The second main finding relates to the necessary flexibility of the energy system to integrate additional vRES electricity generation. Besides small amounts of power to heat, power to methane, and power to SynFuel, flexibility is provided by electrical storages as well as hydrogen production and hydrogen storage. While electric storages cover short term fluctuations, hydrogen storages balance seasonal differences. The strong reinforcement of European NTCs additionally compensates for regional generation differences. This shows that a stronger coupling of electricity markets is necessary. Increasing the NTCs from 70% to 75% of their thermal capacities could be a viable way forward in the short term, especially since this measure could be implemented without the often time-consuming construction of new power grids. In total, the European energy systems need to become more flexible.
Quantitative statements on the degree of flexibility, however, are difficult as only one weather year was simulated in this scenario analysis, which means quantitative parameters may not be robust. Nevertheless, the qualitative conclusion that the degree of flexibility in the European energy system must increase in the future remains robust. This is even truer considering that the weather year used, 2012, represents an average weather year in terms of the years between 1980 and 2019. In more extreme weather years, the need for even higher degrees of flexibility is very likely. Another limitation is the neglect of the power grid itself. No grid calculations were performed; therefore, no conclusions can be made about the ability of the power grid to distribute the additional electricity. Further research is needed as the actual grid can limit the flexibility of the power system.
Further research is also needed regarding hydrogen production and storage. As explained in Section 2.1, a hypothetical ideal European hydrogen storage mechanism with infinite storage capacity was assumed. In the future, real hydrogen storage potentials, import capacities, and re-electrification must be considered to get a more realistic few of the role of hydrogen in the European energy system, especially as the discussion about importing hydrogen from outside Europe gains momentum. Here, it could be interesting to show that European hydrogen production can improve the integration of vRES electricity generation into the power system and balance seasonal generation variations.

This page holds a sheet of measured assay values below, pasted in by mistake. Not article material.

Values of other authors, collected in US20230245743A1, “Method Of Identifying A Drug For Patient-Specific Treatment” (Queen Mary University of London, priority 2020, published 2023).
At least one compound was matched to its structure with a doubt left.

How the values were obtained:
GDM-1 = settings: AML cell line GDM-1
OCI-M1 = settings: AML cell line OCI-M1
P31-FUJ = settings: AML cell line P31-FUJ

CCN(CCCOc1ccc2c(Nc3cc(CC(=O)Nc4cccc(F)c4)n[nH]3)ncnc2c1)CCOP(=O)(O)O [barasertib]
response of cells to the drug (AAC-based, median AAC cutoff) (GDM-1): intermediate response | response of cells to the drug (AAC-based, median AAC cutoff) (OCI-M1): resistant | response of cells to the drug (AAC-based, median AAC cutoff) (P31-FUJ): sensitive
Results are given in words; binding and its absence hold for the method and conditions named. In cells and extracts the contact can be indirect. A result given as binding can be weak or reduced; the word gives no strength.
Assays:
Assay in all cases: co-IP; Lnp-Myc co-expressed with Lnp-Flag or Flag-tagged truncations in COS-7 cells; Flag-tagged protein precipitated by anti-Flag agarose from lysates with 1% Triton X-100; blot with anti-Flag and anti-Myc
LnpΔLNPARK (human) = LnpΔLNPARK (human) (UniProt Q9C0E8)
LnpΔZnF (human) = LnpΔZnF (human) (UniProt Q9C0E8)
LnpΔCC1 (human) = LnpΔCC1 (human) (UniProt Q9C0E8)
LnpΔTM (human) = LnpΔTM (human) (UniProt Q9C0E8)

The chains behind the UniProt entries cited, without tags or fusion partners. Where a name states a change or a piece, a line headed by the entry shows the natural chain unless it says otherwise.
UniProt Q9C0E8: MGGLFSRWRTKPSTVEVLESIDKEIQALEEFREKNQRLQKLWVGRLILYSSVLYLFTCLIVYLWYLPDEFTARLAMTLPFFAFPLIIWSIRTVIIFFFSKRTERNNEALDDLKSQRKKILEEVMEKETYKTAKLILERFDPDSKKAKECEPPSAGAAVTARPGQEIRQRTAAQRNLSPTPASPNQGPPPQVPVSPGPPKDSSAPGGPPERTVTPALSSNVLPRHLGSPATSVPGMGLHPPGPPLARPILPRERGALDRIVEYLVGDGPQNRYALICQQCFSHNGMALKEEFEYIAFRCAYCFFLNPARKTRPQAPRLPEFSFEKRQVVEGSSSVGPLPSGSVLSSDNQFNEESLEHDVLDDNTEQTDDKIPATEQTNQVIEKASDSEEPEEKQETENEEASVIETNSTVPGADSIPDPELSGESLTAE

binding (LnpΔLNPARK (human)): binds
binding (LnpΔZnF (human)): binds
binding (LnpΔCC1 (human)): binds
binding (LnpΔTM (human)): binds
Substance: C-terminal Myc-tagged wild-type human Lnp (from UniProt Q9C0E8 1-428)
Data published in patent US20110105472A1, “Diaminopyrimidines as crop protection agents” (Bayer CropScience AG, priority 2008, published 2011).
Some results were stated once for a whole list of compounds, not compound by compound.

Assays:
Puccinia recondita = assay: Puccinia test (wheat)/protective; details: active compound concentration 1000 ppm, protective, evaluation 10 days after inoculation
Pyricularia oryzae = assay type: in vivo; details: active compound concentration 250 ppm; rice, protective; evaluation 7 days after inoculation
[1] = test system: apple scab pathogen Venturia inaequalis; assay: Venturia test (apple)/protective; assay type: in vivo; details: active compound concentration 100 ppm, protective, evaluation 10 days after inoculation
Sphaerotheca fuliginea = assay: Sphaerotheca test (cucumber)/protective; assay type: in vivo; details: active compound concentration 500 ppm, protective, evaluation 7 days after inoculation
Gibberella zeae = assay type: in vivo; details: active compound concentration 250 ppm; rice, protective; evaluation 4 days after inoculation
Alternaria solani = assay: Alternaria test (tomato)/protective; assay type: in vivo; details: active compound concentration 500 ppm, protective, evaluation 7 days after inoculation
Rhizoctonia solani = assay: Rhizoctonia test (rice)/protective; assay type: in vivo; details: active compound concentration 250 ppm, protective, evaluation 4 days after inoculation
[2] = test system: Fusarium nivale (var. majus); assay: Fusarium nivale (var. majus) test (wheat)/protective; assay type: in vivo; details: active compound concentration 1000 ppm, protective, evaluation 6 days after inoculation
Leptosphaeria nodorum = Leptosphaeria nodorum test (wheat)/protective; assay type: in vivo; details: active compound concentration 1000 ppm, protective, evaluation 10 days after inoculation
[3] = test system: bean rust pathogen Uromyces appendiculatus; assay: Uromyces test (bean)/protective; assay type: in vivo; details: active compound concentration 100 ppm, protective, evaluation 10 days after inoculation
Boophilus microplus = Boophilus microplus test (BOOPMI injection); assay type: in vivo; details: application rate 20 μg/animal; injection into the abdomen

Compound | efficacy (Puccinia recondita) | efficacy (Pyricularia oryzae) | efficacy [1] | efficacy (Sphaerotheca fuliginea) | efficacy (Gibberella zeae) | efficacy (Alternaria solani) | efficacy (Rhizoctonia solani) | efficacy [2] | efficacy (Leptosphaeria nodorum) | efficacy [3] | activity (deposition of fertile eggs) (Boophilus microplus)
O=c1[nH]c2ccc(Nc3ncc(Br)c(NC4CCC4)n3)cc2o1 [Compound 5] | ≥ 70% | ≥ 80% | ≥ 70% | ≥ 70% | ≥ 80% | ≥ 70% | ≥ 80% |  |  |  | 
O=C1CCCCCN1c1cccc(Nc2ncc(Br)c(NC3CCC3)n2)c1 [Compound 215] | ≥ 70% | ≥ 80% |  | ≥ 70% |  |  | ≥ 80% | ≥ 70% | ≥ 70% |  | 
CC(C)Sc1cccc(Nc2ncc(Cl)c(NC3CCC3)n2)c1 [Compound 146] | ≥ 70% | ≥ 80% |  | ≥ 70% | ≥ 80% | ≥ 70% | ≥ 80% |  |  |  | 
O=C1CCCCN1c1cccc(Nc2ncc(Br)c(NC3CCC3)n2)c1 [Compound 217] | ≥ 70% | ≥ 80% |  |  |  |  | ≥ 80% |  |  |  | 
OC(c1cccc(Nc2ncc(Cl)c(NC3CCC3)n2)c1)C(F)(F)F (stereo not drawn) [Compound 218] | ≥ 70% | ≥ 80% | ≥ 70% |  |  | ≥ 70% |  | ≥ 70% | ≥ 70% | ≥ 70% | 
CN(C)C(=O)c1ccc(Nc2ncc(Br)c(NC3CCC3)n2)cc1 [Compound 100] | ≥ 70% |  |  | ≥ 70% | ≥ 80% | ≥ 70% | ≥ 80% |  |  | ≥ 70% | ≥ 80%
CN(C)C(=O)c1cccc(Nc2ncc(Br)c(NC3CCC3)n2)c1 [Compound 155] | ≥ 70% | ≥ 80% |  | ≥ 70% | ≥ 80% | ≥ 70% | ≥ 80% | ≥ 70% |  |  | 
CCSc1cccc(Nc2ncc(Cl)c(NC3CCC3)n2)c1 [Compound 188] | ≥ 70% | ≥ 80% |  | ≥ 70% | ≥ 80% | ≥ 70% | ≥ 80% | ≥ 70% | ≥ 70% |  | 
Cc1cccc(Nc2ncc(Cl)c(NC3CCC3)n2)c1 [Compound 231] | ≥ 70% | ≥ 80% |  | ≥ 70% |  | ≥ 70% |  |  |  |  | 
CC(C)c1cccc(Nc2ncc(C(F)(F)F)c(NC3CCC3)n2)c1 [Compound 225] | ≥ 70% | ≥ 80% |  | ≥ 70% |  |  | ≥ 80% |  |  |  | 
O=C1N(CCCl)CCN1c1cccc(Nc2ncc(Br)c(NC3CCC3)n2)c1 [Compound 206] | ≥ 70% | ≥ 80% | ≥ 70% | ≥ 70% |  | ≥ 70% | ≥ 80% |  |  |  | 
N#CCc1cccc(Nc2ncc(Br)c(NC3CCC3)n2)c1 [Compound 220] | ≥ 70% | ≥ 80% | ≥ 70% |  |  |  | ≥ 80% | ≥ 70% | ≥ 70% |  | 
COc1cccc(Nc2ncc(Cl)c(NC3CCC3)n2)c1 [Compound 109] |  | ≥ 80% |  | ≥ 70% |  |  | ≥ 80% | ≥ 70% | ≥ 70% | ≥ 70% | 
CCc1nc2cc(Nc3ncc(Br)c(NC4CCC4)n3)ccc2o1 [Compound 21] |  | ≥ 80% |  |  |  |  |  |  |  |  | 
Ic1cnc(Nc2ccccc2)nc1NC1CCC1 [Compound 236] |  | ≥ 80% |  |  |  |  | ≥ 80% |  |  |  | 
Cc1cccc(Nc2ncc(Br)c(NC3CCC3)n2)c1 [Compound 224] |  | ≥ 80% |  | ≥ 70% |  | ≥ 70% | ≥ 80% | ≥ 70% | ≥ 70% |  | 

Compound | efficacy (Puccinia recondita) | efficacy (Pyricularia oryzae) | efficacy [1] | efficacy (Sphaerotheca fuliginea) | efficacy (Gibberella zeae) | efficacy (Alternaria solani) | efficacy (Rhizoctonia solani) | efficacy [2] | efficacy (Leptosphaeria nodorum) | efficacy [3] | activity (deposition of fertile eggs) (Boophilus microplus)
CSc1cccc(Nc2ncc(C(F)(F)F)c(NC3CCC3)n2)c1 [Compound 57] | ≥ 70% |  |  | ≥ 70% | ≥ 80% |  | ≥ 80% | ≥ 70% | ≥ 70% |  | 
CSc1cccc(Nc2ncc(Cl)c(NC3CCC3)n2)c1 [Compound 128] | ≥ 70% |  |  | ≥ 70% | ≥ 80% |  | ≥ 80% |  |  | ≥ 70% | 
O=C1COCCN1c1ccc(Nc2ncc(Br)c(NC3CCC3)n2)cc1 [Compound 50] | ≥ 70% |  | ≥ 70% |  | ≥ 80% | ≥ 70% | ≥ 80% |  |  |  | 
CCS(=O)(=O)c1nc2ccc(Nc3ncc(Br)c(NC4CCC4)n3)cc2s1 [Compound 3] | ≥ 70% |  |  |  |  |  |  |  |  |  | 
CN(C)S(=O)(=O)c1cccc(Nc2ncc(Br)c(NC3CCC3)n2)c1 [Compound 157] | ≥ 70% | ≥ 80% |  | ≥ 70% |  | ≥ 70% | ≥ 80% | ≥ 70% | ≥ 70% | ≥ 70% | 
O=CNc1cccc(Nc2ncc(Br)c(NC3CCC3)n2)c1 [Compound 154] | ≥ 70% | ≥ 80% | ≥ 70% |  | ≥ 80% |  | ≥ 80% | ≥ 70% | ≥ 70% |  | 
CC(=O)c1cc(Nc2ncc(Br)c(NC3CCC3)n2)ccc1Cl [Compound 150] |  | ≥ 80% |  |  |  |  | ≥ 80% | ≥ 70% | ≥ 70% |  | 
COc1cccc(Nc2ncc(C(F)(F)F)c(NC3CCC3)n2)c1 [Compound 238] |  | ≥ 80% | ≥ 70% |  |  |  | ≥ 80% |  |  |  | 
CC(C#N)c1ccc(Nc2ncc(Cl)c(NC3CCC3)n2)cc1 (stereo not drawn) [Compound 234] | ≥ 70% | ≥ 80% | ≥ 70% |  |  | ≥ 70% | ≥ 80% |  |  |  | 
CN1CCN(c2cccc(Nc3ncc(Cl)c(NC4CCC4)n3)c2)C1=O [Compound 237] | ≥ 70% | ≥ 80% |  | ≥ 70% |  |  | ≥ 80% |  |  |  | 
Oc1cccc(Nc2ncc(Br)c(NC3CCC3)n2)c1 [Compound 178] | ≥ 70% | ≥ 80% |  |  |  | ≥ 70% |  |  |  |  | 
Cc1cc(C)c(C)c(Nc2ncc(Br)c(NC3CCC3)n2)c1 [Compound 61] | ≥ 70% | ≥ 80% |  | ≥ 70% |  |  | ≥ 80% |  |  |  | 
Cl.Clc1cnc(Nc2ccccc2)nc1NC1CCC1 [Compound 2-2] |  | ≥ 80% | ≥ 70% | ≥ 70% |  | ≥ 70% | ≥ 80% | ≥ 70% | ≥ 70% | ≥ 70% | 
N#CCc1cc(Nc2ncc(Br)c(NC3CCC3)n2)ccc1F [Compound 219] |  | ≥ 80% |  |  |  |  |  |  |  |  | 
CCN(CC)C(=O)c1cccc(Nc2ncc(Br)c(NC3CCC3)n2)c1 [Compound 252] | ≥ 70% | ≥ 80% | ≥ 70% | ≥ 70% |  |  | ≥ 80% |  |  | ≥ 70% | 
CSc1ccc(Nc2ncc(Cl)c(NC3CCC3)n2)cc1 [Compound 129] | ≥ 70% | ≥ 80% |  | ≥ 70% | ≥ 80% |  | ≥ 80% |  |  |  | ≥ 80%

5. Conclusions

To analyze the European energy system, a model landscape consisting of four FEC models and the multi-energy system model ISAaR was developed and extended to the EU27 + UK, Norway, and Switzerland. The high spatial (NUTS-3) and temporal (hourly) resolutions allow systemic effects to be investigated both at the European level and at the regional level for all hours of a year.
The model landscape was then used to investigate the impact of the deep GHG mitigation scenario, solidEU, on the European energy sector. The FEC was found to decrease by 5400 TWh from 2020 to 2050 mainly due to electrification measures. In 2050, electricity accounts for two thirds of the FEC, while hydrogen accounts for one tenth. While complying with GHG emission targets, the energy sector must change significantly to meet FEC demand, as well as electricity demand from sector coupling technologies such as hydrogen, power to heat, power to methane and power to SynFuel. In the year 2050, the energy sector is dominated by vRES in the solidEU scenario. Installed capacities of onshore wind, offshore wind, and PV amount to more than 3000 GW, generating more than 6000 TWh of electricity. In 2050, in combination with other RES, they cover 94% of the gross electricity consumption.
The amount of additional vRES capacity installed thereby exceeds historic record years. This means that major efforts in expanding vRES capacities are needed to meet GHG emission targets of –95% compared to 1990 in Europe. Considering the realization of the European Commission’s Green Deal (COM/2021/550 final) this means all European countries must accelerate vRES installations. One possibility for achieving this goal may be a large-scale subsidization of RES by the EU.
To balance the volatile electricity production from vRES, the energy system must increase its flexibility by adding battery electric storages and sector coupling technologies. Here, hydrogen can play an important role to compensate for seasonal generation fluctuations. Hydrogen storages can be filled during times of high electricity production from vRES while electricity demand from the FEC sectors is low, which is mainly the case between April and October. In the winter months, the storages can then be emptied.
In summary, in a solidary Europe as outlined in the solidEU scenario, a deep decarbonization of the energy system can be achieved. In reality, however, this will require an enormous effort.

Author Contributions

Conceptualization, S.K. and A.G.; methodology, software, validation, formal analysis, and data curation and visualization regarding the multi-energy system model ISAaR, S.K.; methodology, software, validation, formal analysis, and data curation and visualization regarding the FEC models, A.G. and M.E.; writing—sections: introduction, model landscape, energy sector, S.K., sections on FEC sectors: M.E. and A.G., sections on quantifying the storyline and discussion: S.K., M.E. and A.G.; review and edition, A.G., M.E. and S.K. All authors have read and agreed to the published version of the manuscript.